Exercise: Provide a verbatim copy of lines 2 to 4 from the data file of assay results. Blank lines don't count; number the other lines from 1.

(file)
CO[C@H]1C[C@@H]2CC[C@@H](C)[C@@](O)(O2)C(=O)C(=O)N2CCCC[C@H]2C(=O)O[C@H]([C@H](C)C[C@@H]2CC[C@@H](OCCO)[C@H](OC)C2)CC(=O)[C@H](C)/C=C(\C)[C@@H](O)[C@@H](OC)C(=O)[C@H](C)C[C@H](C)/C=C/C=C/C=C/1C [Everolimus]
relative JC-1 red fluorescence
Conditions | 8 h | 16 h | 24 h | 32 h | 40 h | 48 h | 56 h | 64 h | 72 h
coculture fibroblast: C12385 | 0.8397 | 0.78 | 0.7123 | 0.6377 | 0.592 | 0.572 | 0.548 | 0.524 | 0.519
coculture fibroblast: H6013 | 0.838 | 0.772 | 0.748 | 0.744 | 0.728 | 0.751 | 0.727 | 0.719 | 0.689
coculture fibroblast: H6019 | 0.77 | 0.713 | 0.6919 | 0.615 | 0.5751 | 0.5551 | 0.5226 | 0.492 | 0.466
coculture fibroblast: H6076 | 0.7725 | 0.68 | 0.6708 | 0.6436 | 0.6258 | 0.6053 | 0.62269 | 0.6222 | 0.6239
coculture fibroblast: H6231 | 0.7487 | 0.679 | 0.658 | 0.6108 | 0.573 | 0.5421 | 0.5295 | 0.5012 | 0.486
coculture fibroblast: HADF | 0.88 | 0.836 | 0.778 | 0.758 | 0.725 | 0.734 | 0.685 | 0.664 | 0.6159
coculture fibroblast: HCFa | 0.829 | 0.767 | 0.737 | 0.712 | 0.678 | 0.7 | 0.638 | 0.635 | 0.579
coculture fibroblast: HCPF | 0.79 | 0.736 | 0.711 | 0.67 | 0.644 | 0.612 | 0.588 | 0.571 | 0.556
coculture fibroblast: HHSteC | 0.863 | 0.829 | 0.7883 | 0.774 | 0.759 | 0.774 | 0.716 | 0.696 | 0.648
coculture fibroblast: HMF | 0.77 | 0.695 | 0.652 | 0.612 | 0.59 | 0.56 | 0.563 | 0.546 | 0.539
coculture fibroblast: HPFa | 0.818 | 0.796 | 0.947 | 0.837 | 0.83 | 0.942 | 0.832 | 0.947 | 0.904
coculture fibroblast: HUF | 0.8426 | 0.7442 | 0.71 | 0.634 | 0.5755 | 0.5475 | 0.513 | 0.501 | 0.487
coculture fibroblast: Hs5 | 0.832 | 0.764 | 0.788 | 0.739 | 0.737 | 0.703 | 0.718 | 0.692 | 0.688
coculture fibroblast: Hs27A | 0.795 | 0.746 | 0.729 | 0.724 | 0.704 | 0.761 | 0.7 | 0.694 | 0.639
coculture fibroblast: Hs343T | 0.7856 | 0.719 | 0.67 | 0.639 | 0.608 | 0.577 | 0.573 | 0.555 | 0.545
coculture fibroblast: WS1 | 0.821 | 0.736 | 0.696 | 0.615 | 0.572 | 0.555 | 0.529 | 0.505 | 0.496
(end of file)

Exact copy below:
relative JC-1 red fluorescence
Conditions | 8 h | 16 h | 24 h | 32 h | 40 h | 48 h | 56 h | 64 h | 72 h
coculture fibroblast: C12385 | 0.8397 | 0.78 | 0.7123 | 0.6377 | 0.592 | 0.572 | 0.548 | 0.524 | 0.519